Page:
Bird watching is immensely popular. Why, I’ve wondered, is it that nothing quite captures the imagination as watching a bird in flight? Birds have always been a universal symbol for divine messages and the motions of our souls. When the Holy Spirit descended on Jesus, John the Baptist thought it looked like a dove.

Crossing on the Bay Bridge, I have often watched gulls in flight riding effortlessly on wind gusts. Their wings barely move as the birds soar this way and that. They don’t flutter and flap. It’s like some invisible agent had carried the birds aloft, and the birds, finding themselves centered in just the right confluence of forces, let go to be safely borne along by the breath of God. It is a graceful sight.

In a troubled world like ours is today, a psalmist, mindful of birds, once offered this tender supplication: “Hide me [Lord] under the shadow of thy wings.”

Cover Illustration by Jo Merrill

Columnist George Merrill is an Episcopal Church priest and pastoral psychotherapist.  A writer and photographer, he’s authored two books on spirituality: Reflections: Psychological and Spiritual Images of the Heart and The Bay of the Mother of God: A Yankee Discovers the Chesapeake Bay. He is a native New Yorker, previously directing counseling services in Hartford, Connecticut, and in Baltimore. George’s essays, some award winning, have appeared in regional magazines and are broadcast twice monthly on Delmarva Public Radio.

 

Spy Profiles: Chesapeake Harvest with Deena Deese Kilmon

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There seems to be a good bit of nostalgia about the traditional family farm on the Eastern Shore as of late.  Going back centuries, the idea of a self-sufficient, agricultural enterprise that’s focused on locally grown produce has had a minor renaissance as consumers continue to seek out healthy alternatives to commercial grown “fresh” fruit and vegetable sections.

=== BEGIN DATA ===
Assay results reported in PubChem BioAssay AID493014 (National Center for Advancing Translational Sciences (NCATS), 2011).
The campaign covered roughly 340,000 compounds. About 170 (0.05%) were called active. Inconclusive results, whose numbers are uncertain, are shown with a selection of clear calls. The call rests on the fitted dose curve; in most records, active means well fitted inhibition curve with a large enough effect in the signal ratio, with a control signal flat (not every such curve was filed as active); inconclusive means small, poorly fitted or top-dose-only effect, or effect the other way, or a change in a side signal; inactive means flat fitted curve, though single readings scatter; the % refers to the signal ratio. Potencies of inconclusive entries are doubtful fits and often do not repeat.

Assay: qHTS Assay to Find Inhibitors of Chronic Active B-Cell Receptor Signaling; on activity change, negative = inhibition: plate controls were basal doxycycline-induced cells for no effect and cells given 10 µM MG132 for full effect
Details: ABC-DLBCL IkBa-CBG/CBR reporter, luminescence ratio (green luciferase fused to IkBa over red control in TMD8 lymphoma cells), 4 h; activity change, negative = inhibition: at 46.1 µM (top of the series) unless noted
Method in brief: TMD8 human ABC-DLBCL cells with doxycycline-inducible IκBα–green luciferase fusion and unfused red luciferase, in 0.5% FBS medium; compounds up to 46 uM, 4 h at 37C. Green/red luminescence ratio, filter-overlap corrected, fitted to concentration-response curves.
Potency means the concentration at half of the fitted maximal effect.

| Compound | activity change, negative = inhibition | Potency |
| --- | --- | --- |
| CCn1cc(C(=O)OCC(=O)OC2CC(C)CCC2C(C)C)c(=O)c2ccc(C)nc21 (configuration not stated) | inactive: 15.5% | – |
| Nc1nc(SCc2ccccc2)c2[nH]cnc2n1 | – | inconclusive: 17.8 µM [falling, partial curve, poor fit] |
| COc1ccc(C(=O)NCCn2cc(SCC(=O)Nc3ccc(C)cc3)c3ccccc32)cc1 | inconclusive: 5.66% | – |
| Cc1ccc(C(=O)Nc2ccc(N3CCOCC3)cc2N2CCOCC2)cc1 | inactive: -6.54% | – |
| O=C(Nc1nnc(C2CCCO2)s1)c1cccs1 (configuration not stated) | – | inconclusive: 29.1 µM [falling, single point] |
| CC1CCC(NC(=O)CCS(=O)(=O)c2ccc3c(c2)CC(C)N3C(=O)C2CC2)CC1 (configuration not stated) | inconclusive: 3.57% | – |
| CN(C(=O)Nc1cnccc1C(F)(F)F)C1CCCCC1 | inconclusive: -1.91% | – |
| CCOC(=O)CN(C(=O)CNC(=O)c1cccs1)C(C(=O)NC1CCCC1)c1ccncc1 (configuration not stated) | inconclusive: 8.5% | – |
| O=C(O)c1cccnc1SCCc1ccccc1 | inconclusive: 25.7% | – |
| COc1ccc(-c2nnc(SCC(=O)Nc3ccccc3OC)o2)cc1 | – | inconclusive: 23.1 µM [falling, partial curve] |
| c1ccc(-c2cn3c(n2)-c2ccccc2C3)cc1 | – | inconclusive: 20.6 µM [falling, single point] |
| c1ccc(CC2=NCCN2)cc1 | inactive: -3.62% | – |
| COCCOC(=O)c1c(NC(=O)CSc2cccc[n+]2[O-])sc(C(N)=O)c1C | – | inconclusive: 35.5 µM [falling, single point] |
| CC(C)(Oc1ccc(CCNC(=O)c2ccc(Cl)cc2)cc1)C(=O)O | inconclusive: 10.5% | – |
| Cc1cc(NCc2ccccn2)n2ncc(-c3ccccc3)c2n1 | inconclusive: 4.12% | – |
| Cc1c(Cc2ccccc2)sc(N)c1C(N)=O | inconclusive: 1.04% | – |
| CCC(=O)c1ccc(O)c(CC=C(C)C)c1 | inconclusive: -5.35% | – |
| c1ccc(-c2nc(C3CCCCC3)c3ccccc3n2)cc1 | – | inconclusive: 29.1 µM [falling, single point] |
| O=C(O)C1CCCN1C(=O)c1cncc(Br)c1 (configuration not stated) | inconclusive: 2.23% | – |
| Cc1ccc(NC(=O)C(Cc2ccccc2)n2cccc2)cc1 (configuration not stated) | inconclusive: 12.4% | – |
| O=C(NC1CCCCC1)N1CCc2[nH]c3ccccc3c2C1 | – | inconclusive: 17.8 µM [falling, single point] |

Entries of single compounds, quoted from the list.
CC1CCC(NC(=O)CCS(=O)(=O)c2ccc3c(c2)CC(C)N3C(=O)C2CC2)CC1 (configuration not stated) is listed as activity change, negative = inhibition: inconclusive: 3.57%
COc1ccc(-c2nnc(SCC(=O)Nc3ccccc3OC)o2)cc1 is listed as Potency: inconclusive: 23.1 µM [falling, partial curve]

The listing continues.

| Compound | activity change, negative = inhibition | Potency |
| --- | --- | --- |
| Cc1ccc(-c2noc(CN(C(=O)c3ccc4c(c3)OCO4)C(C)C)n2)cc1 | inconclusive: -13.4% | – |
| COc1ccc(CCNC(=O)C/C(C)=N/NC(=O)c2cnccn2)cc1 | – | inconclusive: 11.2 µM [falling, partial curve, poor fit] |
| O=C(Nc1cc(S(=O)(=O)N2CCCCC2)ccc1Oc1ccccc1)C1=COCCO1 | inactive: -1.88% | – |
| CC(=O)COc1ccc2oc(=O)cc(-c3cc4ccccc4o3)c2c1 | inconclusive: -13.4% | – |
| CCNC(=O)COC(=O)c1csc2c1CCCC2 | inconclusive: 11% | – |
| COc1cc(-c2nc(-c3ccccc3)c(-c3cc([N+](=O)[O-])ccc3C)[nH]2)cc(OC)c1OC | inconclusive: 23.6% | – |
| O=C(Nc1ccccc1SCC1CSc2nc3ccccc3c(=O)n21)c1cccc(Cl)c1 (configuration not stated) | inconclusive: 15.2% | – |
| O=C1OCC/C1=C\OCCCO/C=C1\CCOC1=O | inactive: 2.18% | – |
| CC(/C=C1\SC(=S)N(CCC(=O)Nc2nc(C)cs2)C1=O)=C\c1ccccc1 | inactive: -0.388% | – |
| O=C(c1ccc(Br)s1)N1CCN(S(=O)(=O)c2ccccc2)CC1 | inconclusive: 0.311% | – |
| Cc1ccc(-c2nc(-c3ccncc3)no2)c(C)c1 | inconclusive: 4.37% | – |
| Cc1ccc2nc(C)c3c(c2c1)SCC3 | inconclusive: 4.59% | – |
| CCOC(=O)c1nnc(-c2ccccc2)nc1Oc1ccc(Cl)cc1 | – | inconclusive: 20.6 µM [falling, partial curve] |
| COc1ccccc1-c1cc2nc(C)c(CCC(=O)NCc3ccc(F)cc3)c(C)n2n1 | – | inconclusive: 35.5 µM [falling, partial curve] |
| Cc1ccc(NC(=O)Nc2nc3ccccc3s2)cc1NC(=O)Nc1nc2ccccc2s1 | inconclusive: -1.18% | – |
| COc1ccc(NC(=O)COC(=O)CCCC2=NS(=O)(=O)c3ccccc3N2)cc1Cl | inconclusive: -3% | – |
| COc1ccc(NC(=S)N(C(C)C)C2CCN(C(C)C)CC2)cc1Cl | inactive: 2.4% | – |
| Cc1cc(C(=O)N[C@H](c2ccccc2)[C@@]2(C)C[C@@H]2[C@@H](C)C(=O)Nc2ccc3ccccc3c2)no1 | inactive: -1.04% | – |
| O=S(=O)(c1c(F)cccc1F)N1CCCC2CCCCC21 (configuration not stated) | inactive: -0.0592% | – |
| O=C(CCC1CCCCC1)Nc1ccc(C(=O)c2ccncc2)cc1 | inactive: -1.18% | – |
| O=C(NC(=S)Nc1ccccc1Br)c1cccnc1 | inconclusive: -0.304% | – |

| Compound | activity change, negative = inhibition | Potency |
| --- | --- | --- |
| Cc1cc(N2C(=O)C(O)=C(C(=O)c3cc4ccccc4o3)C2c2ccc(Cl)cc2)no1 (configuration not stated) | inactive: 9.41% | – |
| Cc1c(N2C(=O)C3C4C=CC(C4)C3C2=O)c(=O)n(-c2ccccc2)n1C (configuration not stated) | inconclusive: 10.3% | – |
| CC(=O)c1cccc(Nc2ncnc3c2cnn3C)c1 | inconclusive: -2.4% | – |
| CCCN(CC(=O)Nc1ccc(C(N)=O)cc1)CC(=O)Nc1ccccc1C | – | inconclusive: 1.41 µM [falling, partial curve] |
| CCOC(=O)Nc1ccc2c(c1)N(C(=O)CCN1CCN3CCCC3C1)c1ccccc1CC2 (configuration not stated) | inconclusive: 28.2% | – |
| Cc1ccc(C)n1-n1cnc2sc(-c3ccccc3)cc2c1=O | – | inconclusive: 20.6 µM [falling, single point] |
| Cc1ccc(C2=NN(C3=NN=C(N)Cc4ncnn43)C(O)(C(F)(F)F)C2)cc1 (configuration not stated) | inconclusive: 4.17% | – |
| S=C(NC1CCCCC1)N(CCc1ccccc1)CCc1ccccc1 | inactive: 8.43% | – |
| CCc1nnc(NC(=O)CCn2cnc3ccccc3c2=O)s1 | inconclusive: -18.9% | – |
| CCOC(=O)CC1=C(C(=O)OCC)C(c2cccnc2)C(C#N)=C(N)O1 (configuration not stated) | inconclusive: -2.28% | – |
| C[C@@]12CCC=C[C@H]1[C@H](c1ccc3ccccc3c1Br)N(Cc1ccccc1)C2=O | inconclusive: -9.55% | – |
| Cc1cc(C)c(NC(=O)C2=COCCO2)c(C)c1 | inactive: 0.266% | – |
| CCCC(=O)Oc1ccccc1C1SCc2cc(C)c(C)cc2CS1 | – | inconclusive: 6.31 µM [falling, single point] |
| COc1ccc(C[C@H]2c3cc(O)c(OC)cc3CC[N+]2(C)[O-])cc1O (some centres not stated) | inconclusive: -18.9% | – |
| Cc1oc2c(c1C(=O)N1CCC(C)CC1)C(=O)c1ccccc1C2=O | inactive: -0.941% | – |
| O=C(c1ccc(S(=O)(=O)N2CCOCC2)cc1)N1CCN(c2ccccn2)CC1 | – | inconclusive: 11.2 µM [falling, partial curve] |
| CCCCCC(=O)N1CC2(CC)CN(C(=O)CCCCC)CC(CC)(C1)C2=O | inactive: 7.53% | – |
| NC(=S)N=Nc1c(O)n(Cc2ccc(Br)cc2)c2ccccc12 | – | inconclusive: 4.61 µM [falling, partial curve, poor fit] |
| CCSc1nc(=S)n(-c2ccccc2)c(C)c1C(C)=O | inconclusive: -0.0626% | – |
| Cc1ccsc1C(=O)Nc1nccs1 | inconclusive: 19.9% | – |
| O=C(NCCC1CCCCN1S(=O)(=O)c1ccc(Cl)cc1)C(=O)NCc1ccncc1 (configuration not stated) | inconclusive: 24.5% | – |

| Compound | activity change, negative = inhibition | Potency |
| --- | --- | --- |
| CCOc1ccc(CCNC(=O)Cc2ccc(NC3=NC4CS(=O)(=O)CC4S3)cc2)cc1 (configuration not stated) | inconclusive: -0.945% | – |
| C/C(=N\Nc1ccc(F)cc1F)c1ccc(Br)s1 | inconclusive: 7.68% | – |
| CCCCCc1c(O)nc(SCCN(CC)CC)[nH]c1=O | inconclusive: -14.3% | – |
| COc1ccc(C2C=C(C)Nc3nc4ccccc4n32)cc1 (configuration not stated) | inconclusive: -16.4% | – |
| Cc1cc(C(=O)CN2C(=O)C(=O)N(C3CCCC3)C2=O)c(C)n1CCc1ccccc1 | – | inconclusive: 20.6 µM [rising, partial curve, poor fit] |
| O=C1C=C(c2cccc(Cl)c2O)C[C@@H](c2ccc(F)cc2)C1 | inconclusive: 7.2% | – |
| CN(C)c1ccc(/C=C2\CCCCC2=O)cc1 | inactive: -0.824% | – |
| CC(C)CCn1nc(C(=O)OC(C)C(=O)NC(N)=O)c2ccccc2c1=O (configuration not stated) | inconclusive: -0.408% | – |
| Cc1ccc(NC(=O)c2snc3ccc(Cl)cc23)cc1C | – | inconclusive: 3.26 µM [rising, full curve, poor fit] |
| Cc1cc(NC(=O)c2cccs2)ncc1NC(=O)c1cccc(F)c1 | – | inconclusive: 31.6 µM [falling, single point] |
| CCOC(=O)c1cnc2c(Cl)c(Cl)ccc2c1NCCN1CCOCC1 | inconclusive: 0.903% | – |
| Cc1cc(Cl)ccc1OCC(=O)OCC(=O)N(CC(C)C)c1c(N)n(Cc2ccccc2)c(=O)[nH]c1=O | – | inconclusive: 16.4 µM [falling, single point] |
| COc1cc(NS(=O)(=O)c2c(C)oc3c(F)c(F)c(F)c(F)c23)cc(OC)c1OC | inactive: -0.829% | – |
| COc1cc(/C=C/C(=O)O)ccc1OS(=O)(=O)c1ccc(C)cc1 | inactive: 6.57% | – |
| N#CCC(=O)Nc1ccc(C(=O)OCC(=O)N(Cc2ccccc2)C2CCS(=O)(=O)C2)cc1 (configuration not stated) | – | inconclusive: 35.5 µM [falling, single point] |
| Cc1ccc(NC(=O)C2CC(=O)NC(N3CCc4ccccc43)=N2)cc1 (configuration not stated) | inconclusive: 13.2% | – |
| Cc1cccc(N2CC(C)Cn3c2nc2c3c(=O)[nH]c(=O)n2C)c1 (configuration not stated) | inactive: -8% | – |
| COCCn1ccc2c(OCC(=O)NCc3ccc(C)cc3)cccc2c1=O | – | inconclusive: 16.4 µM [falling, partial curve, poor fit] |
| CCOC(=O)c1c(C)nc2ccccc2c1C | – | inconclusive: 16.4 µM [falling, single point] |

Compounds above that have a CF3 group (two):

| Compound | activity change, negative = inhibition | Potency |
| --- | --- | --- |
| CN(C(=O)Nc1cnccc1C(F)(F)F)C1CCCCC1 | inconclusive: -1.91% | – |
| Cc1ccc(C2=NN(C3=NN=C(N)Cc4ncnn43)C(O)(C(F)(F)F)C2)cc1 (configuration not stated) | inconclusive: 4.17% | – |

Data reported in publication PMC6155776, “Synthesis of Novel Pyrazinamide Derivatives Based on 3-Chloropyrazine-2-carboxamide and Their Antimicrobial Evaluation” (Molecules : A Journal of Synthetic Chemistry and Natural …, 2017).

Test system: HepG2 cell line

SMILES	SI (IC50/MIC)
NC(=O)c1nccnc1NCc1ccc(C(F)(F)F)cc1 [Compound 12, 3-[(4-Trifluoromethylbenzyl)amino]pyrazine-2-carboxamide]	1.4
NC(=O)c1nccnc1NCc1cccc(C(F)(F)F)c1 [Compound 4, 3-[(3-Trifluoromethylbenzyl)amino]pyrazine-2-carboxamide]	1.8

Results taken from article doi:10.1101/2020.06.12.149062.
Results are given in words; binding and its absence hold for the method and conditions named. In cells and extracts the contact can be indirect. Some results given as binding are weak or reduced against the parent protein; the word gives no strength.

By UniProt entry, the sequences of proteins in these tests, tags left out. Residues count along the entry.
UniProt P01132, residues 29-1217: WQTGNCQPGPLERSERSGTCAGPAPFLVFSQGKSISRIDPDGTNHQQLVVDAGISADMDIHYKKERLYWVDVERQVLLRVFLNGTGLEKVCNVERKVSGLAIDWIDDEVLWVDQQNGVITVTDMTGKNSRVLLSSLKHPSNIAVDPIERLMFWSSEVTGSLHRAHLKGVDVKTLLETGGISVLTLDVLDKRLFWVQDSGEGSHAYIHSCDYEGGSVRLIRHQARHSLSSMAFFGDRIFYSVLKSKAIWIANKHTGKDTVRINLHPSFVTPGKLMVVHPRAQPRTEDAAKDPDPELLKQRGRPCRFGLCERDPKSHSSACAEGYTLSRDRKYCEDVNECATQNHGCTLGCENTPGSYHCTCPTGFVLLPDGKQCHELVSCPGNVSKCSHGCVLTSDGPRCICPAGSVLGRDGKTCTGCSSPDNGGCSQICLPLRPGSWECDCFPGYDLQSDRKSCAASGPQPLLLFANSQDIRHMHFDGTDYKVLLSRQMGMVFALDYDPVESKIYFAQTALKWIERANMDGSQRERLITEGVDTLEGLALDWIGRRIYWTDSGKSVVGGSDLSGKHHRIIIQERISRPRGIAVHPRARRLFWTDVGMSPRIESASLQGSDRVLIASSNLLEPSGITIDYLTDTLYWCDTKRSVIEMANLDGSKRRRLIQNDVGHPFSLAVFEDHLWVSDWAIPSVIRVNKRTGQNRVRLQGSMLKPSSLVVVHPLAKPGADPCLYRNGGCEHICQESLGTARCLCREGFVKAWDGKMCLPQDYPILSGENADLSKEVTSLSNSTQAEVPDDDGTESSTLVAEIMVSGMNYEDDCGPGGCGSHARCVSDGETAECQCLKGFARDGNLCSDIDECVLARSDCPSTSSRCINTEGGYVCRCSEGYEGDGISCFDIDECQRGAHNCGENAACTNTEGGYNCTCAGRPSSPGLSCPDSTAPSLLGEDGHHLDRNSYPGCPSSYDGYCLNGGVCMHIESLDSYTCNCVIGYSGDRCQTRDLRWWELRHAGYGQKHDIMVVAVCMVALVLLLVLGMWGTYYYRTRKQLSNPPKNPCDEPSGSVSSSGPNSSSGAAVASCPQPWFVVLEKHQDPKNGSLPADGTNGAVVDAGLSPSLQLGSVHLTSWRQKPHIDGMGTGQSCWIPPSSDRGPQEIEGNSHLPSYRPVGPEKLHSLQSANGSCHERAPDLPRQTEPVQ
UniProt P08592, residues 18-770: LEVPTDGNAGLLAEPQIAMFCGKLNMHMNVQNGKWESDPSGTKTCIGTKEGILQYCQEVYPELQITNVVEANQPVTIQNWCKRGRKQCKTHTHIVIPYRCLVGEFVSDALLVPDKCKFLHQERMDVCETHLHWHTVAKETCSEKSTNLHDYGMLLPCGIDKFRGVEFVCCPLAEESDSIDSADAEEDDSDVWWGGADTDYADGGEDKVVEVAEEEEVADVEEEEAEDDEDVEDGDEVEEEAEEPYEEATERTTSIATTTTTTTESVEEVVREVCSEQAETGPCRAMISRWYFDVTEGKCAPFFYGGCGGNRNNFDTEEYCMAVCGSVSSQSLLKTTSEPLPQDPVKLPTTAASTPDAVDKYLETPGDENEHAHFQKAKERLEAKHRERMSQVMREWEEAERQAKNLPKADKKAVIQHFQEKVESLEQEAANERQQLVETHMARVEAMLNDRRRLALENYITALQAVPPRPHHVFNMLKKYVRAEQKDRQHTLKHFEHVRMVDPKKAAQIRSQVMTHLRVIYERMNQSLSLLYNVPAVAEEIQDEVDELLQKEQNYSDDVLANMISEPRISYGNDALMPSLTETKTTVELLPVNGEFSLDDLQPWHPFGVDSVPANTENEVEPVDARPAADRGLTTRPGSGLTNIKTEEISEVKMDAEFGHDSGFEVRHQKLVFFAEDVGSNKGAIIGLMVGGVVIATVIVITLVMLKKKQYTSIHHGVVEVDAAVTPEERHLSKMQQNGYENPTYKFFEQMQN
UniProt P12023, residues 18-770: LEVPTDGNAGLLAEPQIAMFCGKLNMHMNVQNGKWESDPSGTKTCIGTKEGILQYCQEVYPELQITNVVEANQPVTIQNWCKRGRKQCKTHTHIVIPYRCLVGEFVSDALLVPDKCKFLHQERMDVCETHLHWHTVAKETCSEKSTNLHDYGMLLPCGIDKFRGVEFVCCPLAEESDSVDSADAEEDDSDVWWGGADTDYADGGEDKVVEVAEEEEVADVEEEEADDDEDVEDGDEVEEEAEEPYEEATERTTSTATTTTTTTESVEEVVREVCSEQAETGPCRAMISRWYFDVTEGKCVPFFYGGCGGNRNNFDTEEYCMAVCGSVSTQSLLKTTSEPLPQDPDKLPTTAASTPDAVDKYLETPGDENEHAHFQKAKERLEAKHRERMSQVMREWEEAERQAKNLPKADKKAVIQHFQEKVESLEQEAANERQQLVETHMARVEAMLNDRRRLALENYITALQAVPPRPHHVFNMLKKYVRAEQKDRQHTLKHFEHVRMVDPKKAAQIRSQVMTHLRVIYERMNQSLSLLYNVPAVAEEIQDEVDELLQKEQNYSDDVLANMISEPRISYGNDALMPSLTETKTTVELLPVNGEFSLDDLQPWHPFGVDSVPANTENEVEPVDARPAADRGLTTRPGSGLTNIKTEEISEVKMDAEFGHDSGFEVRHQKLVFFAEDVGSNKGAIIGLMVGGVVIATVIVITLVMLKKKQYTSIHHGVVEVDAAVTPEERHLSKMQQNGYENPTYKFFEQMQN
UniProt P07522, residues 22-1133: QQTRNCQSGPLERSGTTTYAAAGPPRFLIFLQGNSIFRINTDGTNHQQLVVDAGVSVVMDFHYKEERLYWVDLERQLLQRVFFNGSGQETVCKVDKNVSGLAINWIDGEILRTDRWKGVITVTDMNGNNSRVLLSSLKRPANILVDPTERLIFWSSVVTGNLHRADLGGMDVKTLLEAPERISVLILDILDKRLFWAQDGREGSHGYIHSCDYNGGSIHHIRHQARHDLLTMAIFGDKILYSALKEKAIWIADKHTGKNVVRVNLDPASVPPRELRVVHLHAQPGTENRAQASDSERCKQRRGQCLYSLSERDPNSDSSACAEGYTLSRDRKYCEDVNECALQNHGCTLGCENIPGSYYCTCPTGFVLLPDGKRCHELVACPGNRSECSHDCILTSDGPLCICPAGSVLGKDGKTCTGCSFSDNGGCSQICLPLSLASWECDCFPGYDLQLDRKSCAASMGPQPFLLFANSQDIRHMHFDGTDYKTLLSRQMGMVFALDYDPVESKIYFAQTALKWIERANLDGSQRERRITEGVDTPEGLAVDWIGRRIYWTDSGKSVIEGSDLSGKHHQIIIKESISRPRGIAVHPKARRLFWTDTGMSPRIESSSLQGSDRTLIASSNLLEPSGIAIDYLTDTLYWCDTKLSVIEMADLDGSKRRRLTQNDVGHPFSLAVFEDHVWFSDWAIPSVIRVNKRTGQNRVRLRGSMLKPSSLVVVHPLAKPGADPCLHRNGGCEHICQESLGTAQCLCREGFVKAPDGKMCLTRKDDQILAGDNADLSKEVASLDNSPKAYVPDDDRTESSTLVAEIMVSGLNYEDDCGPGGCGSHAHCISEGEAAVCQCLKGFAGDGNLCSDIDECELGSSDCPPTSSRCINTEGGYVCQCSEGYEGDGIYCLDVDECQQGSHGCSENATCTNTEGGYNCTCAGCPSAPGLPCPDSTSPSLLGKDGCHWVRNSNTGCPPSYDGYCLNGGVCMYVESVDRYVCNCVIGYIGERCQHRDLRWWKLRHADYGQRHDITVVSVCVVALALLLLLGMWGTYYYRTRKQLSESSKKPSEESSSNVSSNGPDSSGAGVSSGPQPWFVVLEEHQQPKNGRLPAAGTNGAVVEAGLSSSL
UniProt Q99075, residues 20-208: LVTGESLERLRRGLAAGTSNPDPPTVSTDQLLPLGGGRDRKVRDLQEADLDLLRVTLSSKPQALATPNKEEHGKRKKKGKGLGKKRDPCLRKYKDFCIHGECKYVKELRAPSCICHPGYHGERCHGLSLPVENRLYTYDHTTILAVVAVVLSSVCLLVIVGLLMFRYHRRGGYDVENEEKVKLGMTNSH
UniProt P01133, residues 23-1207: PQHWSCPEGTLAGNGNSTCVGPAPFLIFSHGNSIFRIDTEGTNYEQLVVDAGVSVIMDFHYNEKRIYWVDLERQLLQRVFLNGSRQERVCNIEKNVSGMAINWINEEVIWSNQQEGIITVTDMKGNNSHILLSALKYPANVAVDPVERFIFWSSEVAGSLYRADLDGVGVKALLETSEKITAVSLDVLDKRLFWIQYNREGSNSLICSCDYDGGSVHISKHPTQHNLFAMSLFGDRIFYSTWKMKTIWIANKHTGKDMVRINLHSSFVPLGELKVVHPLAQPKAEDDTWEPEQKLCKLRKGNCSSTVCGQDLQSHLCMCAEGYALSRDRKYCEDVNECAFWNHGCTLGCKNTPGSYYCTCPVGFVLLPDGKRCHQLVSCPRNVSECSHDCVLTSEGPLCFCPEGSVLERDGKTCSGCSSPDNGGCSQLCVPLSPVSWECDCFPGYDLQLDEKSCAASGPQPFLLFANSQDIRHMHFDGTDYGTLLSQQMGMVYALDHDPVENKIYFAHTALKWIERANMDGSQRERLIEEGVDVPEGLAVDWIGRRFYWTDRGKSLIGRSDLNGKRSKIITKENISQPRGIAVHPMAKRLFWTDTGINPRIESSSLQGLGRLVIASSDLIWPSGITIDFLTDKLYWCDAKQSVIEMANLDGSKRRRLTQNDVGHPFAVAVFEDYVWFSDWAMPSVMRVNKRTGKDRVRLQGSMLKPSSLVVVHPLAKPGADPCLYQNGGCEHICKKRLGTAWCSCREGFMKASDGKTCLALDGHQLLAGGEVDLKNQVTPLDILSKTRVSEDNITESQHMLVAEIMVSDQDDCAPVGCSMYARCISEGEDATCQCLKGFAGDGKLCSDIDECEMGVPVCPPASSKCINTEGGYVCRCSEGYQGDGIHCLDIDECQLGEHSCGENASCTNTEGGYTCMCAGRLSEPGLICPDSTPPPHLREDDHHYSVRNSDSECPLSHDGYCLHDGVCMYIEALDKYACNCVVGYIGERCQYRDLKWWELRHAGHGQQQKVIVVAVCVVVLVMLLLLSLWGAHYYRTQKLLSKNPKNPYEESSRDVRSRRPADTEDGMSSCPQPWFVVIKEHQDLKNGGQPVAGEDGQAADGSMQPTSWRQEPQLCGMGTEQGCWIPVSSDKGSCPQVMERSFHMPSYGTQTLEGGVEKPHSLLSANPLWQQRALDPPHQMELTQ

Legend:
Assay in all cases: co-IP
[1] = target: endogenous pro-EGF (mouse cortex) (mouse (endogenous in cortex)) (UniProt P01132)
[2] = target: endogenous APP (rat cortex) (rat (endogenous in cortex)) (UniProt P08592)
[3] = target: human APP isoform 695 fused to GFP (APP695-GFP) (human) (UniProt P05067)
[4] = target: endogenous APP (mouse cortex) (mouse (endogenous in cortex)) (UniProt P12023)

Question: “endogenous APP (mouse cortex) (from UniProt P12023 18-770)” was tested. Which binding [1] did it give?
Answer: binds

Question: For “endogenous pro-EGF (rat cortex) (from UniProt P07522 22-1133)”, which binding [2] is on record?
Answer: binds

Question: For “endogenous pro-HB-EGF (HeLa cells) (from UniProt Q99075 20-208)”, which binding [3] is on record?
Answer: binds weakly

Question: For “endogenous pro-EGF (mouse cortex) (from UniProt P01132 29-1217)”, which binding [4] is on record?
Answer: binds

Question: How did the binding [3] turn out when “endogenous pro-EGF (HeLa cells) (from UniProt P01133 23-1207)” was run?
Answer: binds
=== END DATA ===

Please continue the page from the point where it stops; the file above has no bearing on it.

That’s the good news. The not so good news is that in order for those local farmers to be competitive they are increasingly asked to certify their agricultural practices in order to qualify in the wholesale and retail markets.

This is not an easy undertaking. And that is why the work of the Chesapeake Harvest project formed by the Easton Economic Development Corporation is so critical to this important transition.

With the help of a federal grant, Chesapeake Harvest has made it its goal to work with 30 of these family farmers over the next three years to prepare them for USDA gap certification, the most common and well respected endorsement, while at the same time branding and marketing the notion of being “Bay-friendly” through the adoption of these production conservation standards.